What will our holidays be like in the future? Will we be travelling Robinson-family-style through outer space? We've taken a look in our crystal ball and discovered what the future of travel holds.
Strange flying machines
Flying cars might have seemed like pure science fiction when Marty McFly took flight in his DeLorean in Back to the Future II in the 1980s, but you no longer need to be McFly to experience the future of travel.
The world's first bio-fuelled flying car, the Parajet Skycar, is already in production. Similar in concept to the microlight, it has an enclosed cabin, room for two people and a maximum air speed of 175km/h. After landing, you simply fold down the wings, pop them in the boot and continue on to your destination by road.
While the Parajet's reach is somewhat limited (its longest flight to date has been from London across the Sahara to Timbuktu), the development by 2024 of the Cosmoplane a successor to the Concorde will make it possible for adventurous travellers to go farther and faster.
Developed by Russia's Institute of Applied Mechanics, the Cosmoplane will shave hours off long-haul flights with a flight from Moscow to New York slated to take only 50 minutes (it currently takes nine and a half hours). While the craft will take off and land like an ordinary plane, it will be more like a spacecraft, reaching an altitude of between 100km to 200km and with speeds of 30,000 km/h. Marty never had it so good.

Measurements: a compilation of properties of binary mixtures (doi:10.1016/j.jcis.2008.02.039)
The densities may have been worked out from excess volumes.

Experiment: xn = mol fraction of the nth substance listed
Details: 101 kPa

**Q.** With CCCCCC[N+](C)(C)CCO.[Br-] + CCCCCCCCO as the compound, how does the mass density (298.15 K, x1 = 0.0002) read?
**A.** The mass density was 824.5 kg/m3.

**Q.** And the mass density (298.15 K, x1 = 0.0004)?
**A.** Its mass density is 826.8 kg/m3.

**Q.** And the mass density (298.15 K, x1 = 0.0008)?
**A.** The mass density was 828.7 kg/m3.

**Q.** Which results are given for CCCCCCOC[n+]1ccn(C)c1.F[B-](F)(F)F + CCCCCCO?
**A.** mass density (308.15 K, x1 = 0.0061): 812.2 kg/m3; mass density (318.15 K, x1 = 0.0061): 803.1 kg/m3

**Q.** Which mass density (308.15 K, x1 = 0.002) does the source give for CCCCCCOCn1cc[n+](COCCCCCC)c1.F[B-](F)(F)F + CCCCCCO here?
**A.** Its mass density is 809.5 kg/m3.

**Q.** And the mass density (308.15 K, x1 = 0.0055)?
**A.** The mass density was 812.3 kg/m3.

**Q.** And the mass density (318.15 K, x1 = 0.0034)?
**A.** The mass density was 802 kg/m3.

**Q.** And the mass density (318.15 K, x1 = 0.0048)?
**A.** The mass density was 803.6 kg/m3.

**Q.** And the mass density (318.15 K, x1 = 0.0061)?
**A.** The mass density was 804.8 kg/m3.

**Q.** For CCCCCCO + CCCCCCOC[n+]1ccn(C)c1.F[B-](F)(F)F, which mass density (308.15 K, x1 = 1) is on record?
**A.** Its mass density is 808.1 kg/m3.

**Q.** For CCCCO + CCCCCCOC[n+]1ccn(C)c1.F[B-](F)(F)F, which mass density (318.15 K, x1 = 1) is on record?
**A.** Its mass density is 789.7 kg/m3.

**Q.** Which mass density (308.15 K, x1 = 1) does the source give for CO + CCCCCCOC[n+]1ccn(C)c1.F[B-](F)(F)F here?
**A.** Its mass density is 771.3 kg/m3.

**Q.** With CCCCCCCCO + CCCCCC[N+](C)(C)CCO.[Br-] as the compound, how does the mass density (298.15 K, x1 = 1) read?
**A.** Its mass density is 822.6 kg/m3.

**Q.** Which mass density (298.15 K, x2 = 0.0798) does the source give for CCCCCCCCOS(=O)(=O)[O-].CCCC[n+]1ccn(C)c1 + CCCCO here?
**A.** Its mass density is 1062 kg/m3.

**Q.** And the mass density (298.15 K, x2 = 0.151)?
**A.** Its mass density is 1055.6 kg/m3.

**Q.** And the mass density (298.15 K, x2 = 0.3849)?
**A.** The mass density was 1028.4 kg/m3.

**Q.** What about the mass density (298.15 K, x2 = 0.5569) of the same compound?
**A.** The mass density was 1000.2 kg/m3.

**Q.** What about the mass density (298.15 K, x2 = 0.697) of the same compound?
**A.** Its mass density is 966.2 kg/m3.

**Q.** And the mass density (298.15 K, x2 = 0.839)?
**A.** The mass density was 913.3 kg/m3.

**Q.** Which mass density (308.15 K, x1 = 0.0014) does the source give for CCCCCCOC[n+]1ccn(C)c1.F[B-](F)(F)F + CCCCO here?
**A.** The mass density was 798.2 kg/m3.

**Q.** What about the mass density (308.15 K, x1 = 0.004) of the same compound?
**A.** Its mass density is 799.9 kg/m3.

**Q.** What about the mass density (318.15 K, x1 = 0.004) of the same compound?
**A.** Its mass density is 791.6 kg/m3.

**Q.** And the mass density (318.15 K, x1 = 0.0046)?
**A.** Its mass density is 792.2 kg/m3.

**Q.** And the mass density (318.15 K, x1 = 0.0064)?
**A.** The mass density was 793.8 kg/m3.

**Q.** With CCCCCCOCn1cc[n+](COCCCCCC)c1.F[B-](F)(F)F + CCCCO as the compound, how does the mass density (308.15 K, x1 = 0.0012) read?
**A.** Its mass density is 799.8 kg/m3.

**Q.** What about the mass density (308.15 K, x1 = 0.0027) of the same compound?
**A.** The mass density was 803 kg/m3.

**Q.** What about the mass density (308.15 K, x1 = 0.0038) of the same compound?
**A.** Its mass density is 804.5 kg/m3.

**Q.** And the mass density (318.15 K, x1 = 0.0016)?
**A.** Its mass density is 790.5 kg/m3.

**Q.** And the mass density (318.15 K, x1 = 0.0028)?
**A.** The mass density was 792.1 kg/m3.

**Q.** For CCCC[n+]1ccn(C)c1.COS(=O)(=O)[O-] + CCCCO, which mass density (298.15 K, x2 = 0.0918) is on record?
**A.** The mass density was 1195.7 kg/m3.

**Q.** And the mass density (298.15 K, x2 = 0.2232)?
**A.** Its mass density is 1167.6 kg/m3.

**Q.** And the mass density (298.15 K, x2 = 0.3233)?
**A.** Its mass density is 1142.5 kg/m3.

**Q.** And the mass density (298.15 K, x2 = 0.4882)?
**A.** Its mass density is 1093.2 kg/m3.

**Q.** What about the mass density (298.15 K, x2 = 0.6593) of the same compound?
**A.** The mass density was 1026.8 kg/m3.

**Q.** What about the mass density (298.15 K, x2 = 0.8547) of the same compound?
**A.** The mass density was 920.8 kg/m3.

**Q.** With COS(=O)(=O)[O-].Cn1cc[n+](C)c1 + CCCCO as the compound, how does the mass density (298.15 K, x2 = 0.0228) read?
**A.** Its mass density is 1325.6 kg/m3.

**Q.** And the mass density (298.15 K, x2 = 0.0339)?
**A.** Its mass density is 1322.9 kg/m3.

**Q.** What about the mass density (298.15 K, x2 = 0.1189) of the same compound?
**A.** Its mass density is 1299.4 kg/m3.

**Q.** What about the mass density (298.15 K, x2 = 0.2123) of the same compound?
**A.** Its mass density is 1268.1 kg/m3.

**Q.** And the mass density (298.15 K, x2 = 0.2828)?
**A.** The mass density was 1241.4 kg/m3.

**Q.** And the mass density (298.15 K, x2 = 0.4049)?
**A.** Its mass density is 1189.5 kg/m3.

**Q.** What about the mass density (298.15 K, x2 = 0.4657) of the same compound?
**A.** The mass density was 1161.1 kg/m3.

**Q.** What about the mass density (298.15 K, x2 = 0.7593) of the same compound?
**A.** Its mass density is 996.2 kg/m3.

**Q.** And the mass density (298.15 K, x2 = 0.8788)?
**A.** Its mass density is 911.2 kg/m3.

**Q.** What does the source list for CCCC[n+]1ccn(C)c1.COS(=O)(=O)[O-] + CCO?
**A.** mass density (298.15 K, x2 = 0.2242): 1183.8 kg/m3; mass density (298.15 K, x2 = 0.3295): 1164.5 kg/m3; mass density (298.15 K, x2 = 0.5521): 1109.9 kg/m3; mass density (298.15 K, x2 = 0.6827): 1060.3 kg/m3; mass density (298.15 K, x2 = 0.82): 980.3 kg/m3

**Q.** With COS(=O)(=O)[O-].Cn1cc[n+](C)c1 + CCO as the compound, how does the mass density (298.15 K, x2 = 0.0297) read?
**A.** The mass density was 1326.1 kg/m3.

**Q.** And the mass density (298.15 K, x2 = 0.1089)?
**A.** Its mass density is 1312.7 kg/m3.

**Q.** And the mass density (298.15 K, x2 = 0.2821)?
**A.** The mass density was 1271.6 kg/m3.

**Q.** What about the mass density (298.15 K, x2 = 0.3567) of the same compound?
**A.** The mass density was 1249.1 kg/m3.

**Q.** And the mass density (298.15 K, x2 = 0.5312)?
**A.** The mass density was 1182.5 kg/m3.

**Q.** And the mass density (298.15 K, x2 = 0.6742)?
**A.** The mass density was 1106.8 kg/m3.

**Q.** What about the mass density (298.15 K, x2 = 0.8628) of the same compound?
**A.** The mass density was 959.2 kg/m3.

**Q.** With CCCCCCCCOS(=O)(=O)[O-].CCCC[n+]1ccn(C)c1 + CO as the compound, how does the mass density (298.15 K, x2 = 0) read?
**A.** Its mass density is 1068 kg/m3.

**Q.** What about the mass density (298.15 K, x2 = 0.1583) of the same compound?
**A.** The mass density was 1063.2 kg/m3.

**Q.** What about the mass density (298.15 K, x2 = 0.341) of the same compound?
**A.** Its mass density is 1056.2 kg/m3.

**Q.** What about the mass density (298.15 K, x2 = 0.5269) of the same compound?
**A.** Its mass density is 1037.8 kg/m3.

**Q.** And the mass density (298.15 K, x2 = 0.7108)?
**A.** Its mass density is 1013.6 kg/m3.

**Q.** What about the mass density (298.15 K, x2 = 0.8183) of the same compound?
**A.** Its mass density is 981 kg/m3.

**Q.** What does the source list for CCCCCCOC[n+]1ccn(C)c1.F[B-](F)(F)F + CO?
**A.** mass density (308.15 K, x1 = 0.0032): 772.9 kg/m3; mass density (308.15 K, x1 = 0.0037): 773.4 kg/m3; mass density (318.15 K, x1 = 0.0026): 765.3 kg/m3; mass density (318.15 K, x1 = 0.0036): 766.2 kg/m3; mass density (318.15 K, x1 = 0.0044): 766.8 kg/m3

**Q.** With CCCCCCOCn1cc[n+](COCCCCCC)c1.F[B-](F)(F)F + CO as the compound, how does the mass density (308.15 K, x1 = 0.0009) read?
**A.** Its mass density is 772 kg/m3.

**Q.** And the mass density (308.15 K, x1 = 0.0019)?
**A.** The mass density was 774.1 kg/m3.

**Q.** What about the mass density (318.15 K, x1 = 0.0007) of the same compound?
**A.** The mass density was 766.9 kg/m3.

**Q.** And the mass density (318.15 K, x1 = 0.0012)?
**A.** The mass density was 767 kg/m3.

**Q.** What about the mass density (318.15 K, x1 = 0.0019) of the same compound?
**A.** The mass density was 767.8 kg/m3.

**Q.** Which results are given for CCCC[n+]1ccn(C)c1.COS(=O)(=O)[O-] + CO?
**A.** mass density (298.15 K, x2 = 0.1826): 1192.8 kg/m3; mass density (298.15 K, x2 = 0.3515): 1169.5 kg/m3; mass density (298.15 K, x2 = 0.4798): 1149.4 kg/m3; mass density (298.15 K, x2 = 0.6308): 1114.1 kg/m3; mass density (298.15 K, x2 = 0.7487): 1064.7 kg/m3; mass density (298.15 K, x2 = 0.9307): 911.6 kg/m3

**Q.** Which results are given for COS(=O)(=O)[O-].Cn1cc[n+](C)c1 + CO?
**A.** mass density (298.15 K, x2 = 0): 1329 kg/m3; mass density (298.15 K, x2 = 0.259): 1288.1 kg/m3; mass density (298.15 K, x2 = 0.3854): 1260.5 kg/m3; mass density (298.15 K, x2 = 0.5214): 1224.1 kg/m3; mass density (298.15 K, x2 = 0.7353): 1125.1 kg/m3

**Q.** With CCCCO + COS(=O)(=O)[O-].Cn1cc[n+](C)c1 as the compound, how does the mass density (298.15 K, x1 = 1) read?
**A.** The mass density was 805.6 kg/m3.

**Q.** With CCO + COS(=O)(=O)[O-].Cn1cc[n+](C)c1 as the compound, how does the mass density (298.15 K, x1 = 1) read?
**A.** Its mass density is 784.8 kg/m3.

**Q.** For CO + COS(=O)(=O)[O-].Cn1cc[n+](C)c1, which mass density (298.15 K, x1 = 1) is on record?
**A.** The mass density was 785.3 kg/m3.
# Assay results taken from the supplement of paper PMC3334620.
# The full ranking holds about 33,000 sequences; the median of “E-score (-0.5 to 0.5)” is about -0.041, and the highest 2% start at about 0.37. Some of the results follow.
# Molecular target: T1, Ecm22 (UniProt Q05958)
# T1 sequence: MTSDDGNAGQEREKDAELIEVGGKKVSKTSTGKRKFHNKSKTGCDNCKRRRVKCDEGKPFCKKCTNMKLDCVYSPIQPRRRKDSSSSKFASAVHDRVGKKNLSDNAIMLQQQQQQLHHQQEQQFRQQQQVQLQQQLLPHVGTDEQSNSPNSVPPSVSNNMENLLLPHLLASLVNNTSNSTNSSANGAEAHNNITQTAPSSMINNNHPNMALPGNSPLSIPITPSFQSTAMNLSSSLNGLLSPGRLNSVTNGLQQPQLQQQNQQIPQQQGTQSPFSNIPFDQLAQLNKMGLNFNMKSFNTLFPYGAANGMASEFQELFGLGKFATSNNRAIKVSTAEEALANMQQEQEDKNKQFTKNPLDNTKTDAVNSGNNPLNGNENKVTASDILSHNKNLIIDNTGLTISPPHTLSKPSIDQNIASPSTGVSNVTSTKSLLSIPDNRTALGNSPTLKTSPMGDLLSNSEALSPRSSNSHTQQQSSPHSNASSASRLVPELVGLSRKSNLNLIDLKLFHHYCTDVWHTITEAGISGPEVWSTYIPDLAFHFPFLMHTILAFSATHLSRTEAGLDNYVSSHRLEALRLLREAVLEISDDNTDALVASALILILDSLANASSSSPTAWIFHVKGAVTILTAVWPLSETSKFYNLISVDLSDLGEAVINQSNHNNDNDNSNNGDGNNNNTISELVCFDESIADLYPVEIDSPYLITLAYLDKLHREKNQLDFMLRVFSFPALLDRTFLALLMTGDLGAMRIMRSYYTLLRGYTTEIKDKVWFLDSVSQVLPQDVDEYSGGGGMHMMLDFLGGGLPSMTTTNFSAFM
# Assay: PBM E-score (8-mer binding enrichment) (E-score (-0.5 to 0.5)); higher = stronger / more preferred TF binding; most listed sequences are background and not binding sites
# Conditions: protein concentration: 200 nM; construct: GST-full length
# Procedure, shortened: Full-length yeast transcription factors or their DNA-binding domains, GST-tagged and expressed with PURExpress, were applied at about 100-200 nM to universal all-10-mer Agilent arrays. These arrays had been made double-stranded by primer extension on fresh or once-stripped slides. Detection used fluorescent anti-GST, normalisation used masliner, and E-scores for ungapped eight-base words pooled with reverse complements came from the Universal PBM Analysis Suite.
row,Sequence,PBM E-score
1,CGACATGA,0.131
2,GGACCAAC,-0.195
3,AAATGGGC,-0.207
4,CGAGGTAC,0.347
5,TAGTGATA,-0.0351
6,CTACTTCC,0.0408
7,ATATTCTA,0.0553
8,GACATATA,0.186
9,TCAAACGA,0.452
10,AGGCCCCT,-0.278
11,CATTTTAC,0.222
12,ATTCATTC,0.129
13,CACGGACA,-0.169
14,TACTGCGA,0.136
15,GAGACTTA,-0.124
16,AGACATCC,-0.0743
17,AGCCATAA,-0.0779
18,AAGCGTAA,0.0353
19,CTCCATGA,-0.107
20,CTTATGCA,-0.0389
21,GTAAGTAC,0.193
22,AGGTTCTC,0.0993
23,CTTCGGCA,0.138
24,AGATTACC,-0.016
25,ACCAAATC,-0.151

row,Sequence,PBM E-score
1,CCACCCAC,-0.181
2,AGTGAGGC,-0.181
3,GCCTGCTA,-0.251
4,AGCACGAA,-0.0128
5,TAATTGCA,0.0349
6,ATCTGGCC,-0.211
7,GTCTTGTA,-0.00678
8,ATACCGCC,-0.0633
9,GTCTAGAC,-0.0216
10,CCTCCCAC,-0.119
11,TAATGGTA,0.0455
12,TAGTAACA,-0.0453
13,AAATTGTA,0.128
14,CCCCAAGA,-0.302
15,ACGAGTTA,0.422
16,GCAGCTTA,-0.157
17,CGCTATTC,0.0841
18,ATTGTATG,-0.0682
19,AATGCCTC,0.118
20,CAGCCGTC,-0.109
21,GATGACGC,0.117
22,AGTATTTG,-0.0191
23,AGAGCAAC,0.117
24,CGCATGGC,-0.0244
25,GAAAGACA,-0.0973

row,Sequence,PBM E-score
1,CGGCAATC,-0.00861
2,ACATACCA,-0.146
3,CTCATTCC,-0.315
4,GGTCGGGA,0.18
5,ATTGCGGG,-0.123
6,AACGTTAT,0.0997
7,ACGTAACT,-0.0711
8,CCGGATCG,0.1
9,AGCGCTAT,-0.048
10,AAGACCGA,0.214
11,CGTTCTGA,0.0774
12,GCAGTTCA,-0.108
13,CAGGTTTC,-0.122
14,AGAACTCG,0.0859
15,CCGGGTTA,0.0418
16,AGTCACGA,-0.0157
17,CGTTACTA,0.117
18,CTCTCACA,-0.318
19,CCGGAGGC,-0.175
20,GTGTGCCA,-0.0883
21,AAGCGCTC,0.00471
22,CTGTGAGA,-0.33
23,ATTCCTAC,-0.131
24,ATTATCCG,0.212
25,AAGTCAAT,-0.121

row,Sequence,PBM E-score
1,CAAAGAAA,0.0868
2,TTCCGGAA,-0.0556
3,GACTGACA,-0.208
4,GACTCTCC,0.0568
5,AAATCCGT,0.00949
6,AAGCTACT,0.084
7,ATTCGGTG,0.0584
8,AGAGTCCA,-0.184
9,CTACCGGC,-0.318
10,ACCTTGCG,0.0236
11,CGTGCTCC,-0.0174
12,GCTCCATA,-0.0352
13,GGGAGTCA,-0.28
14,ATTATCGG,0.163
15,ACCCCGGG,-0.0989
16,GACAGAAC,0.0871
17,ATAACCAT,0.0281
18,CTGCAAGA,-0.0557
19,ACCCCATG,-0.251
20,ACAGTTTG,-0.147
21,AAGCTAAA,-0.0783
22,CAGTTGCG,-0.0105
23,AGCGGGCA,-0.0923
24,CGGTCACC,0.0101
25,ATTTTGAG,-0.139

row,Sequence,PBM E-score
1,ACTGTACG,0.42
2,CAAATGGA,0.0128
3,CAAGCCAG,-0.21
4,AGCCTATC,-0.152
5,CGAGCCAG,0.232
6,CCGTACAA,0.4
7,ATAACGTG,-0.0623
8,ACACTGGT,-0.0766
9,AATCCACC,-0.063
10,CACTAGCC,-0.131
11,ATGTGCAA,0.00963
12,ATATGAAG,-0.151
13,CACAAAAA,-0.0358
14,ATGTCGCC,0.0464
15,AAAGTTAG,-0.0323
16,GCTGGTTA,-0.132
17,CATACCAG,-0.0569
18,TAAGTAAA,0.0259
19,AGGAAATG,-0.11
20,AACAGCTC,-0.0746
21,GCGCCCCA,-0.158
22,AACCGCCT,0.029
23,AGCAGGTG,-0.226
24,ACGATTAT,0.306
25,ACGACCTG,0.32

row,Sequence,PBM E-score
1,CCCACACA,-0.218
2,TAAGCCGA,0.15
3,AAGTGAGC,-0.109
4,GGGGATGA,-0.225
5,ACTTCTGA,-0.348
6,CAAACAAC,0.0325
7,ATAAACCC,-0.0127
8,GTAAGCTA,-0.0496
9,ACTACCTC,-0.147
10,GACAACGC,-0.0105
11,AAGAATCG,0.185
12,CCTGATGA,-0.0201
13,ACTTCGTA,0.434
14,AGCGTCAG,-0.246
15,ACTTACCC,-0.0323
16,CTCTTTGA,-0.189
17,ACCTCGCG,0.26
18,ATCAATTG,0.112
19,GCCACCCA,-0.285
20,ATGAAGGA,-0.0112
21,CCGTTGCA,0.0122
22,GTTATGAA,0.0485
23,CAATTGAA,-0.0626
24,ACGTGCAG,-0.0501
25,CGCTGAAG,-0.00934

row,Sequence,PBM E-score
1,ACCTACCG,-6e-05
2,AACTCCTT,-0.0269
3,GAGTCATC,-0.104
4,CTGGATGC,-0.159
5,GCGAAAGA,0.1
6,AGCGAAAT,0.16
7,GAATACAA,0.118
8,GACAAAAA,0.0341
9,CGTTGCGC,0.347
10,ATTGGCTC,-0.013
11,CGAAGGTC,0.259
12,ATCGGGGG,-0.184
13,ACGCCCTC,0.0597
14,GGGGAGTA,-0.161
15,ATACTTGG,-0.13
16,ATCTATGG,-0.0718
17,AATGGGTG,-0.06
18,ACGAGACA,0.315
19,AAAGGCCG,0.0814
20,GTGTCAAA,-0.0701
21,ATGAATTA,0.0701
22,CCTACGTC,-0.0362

Holiday in space
We earthlings have long dreamed of travelling into space. Yet while tourist flights into orbit have been a reality for a few years now with Virginia-based Space Adventures offering a 10-day trip aboard a Russian Soyuz capsule or a 16-day stay complete with space walk, the $20 million price tag has meant space travel has only been in the grasp of a lucky (and rich) few.
But with Virgin Galactic recently entering the market offering suborbital flights at $200,000 a pop and Space Adventures quickly undercutting them by half, it's clear the race for space is truly on.
Going hand-in-hand with space flights, a private space tourism company, Galactic Suite, has announced they will be opening the first space hotel in 2012. The zero-gravity resort will orbit earth at 48,000km/h, circling the planet once every 80 minutes, while offering visitors 15 sunrises per day.
You'll have to have deep pockets though, with a three-night stay already being sold for €3 million ($5.5 million), but just imagine the view from your room.
Earth-bound hotels room are also slowly evolving. As we reported recently, mobile phones are currently being tested as room keys so you can check in via your phone and bypass the front desk.
But imagine going to a hotel where the wallpaper changes colour to suit your mood, the bed automatically fits your comfort needs, robot staff serve you drinks and hotel rooms clean themselves? According to Victoria University of Wellington tourism futurologist Professor Ian Yeoman these may become a staple of future hotels by 2050.
More incredulous is the notion of a flying luxury hotel (think Battlestar Galactica meets the Hilton) that's been widely touted about in the media recently. Not only does it look an unlikely shape for hotel-cum-spaceship, but the use of hydrogen gas to get it airborne has us worried anyone remember the Hindenburg?
But no matter what the future is for the humble hotel, while the personal touch will be sadly lacking, at least you'll save money on paying tips!